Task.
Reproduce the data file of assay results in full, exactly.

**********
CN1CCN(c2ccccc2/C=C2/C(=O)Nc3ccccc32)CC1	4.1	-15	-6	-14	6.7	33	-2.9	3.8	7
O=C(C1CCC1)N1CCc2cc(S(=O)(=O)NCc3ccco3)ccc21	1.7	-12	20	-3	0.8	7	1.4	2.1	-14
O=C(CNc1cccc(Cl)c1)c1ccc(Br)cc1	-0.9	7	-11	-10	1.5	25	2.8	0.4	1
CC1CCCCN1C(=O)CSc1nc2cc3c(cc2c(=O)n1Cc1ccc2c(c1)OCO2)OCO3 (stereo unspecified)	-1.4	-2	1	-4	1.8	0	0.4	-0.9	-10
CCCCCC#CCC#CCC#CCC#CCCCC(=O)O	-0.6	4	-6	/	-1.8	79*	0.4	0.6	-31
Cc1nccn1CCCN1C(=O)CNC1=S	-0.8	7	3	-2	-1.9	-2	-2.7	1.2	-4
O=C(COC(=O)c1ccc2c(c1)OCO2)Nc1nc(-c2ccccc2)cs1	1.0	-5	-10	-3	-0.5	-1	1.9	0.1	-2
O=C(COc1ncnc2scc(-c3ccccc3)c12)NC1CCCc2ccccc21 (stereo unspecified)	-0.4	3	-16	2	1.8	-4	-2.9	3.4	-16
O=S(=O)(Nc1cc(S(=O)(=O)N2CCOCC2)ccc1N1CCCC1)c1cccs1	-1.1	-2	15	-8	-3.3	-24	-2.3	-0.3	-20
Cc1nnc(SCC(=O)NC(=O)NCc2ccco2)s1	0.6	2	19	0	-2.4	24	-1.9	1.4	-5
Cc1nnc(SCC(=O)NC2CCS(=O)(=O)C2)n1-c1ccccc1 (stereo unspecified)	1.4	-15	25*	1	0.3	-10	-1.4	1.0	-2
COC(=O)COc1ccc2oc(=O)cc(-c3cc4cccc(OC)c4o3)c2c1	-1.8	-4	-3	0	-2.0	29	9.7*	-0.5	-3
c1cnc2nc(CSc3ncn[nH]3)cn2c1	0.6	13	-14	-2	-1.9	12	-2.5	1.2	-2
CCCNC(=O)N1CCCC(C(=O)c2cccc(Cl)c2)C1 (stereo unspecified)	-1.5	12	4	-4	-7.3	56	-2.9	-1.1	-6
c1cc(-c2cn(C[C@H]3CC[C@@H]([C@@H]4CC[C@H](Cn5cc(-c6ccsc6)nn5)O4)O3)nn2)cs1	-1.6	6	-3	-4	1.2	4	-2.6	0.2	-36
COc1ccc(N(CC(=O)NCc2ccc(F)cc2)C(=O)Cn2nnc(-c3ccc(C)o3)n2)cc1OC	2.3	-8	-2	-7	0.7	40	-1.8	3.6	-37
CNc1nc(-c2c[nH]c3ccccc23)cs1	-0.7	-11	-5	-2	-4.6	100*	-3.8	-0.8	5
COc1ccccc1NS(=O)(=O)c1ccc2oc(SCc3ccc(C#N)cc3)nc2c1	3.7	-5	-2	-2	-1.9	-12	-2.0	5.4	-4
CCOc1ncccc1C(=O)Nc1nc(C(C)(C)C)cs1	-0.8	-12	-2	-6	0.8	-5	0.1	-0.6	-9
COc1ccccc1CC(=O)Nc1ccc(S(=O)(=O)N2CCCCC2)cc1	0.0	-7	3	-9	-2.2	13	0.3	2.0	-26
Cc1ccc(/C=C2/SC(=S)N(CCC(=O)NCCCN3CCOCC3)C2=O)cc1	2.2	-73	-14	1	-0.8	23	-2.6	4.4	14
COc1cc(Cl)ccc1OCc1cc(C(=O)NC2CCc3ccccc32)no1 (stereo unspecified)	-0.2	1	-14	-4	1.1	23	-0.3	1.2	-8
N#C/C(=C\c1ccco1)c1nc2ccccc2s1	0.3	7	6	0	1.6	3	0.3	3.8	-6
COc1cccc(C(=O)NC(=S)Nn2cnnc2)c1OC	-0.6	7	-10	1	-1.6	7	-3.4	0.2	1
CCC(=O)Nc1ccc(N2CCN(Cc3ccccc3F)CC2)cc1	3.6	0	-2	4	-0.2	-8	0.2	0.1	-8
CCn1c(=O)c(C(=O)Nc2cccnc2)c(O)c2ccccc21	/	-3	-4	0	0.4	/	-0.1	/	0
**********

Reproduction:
CN1CCN(c2ccccc2/C=C2/C(=O)Nc3ccccc32)CC1	4.1	-15	-6	-14	6.7	33	-2.9	3.8	7
O=C(C1CCC1)N1CCc2cc(S(=O)(=O)NCc3ccco3)ccc21	1.7	-12	20	-3	0.8	7	1.4	2.1	-14
O=C(CNc1cccc(Cl)c1)c1ccc(Br)cc1	-0.9	7	-11	-10	1.5	25	2.8	0.4	1
CC1CCCCN1C(=O)CSc1nc2cc3c(cc2c(=O)n1Cc1ccc2c(c1)OCO2)OCO3 (stereo unspecified)	-1.4	-2	1	-4	1.8	0	0.4	-0.9	-10
CCCCCC#CCC#CCC#CCC#CCCCC(=O)O	-0.6	4	-6	/	-1.8	79*	0.4	0.6	-31
Cc1nccn1CCCN1C(=O)CNC1=S	-0.8	7	3	-2	-1.9	-2	-2.7	1.2	-4
O=C(COC(=O)c1ccc2c(c1)OCO2)Nc1nc(-c2ccccc2)cs1	1.0	-5	-10	-3	-0.5	-1	1.9	0.1	-2
O=C(COc1ncnc2scc(-c3ccccc3)c12)NC1CCCc2ccccc21 (stereo unspecified)	-0.4	3	-16	2	1.8	-4	-2.9	3.4	-16
O=S(=O)(Nc1cc(S(=O)(=O)N2CCOCC2)ccc1N1CCCC1)c1cccs1	-1.1	-2	15	-8	-3.3	-24	-2.3	-0.3	-20
Cc1nnc(SCC(=O)NC(=O)NCc2ccco2)s1	0.6	2	19	0	-2.4	24	-1.9	1.4	-5
Cc1nnc(SCC(=O)NC2CCS(=O)(=O)C2)n1-c1ccccc1 (stereo unspecified)	1.4	-15	25*	1	0.3	-10	-1.4	1.0	-2
COC(=O)COc1ccc2oc(=O)cc(-c3cc4cccc(OC)c4o3)c2c1	-1.8	-4	-3	0	-2.0	29	9.7*	-0.5	-3
c1cnc2nc(CSc3ncn[nH]3)cn2c1	0.6	13	-14	-2	-1.9	12	-2.5	1.2	-2
CCCNC(=O)N1CCCC(C(=O)c2cccc(Cl)c2)C1 (stereo unspecified)	-1.5	12	4	-4	-7.3	56	-2.9	-1.1	-6
c1cc(-c2cn(C[C@H]3CC[C@@H]([C@@H]4CC[C@H](Cn5cc(-c6ccsc6)nn5)O4)O3)nn2)cs1	-1.6	6	-3	-4	1.2	4	-2.6	0.2	-36
COc1ccc(N(CC(=O)NCc2ccc(F)cc2)C(=O)Cn2nnc(-c3ccc(C)o3)n2)cc1OC	2.3	-8	-2	-7	0.7	40	-1.8	3.6	-37
CNc1nc(-c2c[nH]c3ccccc23)cs1	-0.7	-11	-5	-2	-4.6	100*	-3.8	-0.8	5
COc1ccccc1NS(=O)(=O)c1ccc2oc(SCc3ccc(C#N)cc3)nc2c1	3.7	-5	-2	-2	-1.9	-12	-2.0	5.4	-4
CCOc1ncccc1C(=O)Nc1nc(C(C)(C)C)cs1	-0.8	-12	-2	-6	0.8	-5	0.1	-0.6	-9
COc1ccccc1CC(=O)Nc1ccc(S(=O)(=O)N2CCCCC2)cc1	0.0	-7	3	-9	-2.2	13	0.3	2.0	-26
Cc1ccc(/C=C2/SC(=S)N(CCC(=O)NCCCN3CCOCC3)C2=O)cc1	2.2	-73	-14	1	-0.8	23	-2.6	4.4	14
COc1cc(Cl)ccc1OCc1cc(C(=O)NC2CCc3ccccc32)no1 (stereo unspecified)	-0.2	1	-14	-4	1.1	23	-0.3	1.2	-8
N#C/C(=C\c1ccco1)c1nc2ccccc2s1	0.3	7	6	0	1.6	3	0.3	3.8	-6
COc1cccc(C(=O)NC(=S)Nn2cnnc2)c1OC	-0.6	7	-10	1	-1.6	7	-3.4	0.2	1
CCC(=O)Nc1ccc(N2CCN(Cc3ccccc3F)CC2)cc1	3.6	0	-2	4	-0.2	-8	0.2	0.1	-8
CCn1c(=O)c(C(=O)Nc2cccnc2)c(O)c2ccccc21	/	-3	-4	0	0.4	/	-0.1	/	0